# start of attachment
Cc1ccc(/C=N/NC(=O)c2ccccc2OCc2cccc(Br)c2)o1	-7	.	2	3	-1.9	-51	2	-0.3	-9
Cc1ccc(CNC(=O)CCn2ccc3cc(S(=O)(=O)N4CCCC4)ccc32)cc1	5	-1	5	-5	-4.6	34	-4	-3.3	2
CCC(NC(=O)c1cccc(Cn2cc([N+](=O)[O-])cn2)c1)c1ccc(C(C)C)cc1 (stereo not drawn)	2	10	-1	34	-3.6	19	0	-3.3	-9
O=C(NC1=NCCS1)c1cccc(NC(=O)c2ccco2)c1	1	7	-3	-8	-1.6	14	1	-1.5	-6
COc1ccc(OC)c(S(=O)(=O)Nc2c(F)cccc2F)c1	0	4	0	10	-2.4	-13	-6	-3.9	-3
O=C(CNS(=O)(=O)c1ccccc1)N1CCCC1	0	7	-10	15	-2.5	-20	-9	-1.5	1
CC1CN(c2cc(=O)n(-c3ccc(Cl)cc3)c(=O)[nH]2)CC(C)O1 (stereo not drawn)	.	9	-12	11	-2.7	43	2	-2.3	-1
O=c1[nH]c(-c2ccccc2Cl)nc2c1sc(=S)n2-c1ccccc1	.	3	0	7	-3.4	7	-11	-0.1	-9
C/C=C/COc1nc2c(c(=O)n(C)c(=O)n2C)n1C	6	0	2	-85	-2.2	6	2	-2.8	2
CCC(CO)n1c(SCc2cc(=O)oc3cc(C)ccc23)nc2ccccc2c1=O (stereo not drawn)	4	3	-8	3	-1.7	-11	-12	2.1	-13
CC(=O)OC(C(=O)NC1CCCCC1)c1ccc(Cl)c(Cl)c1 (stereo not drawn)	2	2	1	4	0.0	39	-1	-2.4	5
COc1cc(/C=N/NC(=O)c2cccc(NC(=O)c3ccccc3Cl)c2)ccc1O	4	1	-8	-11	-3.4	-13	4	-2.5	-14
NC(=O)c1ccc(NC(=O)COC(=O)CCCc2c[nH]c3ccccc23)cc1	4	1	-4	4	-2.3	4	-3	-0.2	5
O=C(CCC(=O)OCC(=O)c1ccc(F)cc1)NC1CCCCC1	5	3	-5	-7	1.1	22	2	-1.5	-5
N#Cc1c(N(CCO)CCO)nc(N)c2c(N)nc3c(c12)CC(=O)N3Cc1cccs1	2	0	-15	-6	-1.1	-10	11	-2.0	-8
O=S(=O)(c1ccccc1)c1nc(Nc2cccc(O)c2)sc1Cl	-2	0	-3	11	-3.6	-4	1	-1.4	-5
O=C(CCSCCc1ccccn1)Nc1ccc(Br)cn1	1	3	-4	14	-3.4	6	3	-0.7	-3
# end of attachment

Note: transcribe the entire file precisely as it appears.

Cc1ccc(/C=N/NC(=O)c2ccccc2OCc2cccc(Br)c2)o1	-7	.	2	3	-1.9	-51	2	-0.3	-9
Cc1ccc(CNC(=O)CCn2ccc3cc(S(=O)(=O)N4CCCC4)ccc32)cc1	5	-1	5	-5	-4.6	34	-4	-3.3	2
CCC(NC(=O)c1cccc(Cn2cc([N+](=O)[O-])cn2)c1)c1ccc(C(C)C)cc1 (stereo not drawn)	2	10	-1	34	-3.6	19	0	-3.3	-9
O=C(NC1=NCCS1)c1cccc(NC(=O)c2ccco2)c1	1	7	-3	-8	-1.6	14	1	-1.5	-6
COc1ccc(OC)c(S(=O)(=O)Nc2c(F)cccc2F)c1	0	4	0	10	-2.4	-13	-6	-3.9	-3
O=C(CNS(=O)(=O)c1ccccc1)N1CCCC1	0	7	-10	15	-2.5	-20	-9	-1.5	1
CC1CN(c2cc(=O)n(-c3ccc(Cl)cc3)c(=O)[nH]2)CC(C)O1 (stereo not drawn)	.	9	-12	11	-2.7	43	2	-2.3	-1
O=c1[nH]c(-c2ccccc2Cl)nc2c1sc(=S)n2-c1ccccc1	.	3	0	7	-3.4	7	-11	-0.1	-9
C/C=C/COc1nc2c(c(=O)n(C)c(=O)n2C)n1C	6	0	2	-85	-2.2	6	2	-2.8	2
CCC(CO)n1c(SCc2cc(=O)oc3cc(C)ccc23)nc2ccccc2c1=O (stereo not drawn)	4	3	-8	3	-1.7	-11	-12	2.1	-13
CC(=O)OC(C(=O)NC1CCCCC1)c1ccc(Cl)c(Cl)c1 (stereo not drawn)	2	2	1	4	0.0	39	-1	-2.4	5
COc1cc(/C=N/NC(=O)c2cccc(NC(=O)c3ccccc3Cl)c2)ccc1O	4	1	-8	-11	-3.4	-13	4	-2.5	-14
NC(=O)c1ccc(NC(=O)COC(=O)CCCc2c[nH]c3ccccc23)cc1	4	1	-4	4	-2.3	4	-3	-0.2	5
O=C(CCC(=O)OCC(=O)c1ccc(F)cc1)NC1CCCCC1	5	3	-5	-7	1.1	22	2	-1.5	-5
N#Cc1c(N(CCO)CCO)nc(N)c2c(N)nc3c(c12)CC(=O)N3Cc1cccs1	2	0	-15	-6	-1.1	-10	11	-2.0	-8
O=S(=O)(c1ccccc1)c1nc(Nc2cccc(O)c2)sc1Cl	-2	0	-3	11	-3.6	-4	1	-1.4	-5
O=C(CCSCCc1ccccn1)Nc1ccc(Br)cn1	1	3	-4	14	-3.4	6	3	-0.7	-3